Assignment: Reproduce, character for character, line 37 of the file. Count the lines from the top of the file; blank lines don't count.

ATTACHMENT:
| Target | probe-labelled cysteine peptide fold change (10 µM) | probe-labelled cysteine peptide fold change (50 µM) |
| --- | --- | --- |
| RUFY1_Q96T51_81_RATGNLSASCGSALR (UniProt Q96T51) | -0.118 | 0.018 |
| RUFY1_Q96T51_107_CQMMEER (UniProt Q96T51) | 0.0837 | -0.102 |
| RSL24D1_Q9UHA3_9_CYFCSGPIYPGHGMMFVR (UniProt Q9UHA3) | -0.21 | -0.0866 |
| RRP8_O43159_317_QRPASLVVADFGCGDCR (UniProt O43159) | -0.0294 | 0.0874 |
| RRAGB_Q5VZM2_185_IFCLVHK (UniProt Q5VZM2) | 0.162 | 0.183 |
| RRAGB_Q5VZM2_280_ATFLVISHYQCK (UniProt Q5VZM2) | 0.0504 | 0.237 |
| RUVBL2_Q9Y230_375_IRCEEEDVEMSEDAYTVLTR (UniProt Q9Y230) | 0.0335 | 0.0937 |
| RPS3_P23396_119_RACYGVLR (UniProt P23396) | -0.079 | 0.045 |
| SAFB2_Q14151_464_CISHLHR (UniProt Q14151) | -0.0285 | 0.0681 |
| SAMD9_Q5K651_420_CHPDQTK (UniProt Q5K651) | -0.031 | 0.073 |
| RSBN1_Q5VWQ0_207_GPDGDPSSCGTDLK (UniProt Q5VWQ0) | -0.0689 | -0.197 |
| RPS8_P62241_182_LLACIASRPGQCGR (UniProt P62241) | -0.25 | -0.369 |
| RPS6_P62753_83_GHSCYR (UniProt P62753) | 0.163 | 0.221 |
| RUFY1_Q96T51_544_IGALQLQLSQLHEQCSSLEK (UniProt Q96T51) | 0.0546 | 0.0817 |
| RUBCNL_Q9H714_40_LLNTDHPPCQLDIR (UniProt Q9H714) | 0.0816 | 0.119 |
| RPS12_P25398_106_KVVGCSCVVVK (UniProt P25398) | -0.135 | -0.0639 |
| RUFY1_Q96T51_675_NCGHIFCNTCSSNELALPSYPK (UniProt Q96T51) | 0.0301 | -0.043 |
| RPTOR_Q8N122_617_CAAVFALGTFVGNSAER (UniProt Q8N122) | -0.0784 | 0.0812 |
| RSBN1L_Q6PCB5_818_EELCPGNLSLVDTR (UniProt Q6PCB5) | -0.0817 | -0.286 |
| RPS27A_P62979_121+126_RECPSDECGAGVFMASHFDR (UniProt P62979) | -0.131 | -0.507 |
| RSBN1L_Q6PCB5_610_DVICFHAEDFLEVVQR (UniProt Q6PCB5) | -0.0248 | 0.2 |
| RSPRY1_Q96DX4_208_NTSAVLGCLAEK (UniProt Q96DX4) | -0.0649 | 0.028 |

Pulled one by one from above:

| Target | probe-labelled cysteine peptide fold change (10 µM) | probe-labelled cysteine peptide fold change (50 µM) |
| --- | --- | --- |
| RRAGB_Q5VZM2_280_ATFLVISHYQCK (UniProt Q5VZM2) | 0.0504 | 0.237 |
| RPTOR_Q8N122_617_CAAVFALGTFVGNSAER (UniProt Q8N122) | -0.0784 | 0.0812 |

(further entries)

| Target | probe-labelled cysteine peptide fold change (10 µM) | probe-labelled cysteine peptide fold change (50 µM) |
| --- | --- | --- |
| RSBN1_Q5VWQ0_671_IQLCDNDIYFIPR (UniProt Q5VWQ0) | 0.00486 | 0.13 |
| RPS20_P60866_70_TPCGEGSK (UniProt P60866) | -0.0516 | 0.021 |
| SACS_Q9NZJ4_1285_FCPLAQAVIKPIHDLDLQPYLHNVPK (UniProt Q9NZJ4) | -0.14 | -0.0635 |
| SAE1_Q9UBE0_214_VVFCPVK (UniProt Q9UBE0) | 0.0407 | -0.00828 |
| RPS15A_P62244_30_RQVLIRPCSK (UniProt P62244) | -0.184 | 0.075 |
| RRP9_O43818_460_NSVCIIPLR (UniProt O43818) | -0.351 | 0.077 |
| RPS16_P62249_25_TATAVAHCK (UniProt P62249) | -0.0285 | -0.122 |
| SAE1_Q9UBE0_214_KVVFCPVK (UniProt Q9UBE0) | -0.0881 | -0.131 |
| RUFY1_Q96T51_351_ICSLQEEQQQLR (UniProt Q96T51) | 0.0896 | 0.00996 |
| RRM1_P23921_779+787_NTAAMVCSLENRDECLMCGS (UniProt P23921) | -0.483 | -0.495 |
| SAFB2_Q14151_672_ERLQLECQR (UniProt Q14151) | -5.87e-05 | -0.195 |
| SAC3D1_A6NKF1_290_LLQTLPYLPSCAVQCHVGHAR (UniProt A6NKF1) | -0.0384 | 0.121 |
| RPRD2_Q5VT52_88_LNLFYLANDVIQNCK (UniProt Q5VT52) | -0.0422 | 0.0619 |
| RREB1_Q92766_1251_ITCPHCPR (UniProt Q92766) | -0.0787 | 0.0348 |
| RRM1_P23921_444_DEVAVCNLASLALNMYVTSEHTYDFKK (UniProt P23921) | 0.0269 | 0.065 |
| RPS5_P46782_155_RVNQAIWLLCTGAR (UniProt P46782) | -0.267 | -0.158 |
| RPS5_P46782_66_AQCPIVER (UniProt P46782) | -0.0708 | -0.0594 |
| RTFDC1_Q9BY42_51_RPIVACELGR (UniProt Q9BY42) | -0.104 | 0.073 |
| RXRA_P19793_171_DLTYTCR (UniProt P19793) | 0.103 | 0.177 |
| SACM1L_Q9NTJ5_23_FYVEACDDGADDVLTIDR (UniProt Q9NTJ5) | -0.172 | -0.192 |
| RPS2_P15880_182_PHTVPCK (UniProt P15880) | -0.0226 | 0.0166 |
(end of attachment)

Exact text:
| RPS15A_P62244_30_RQVLIRPCSK (UniProt P62244) | -0.184 | 0.075 |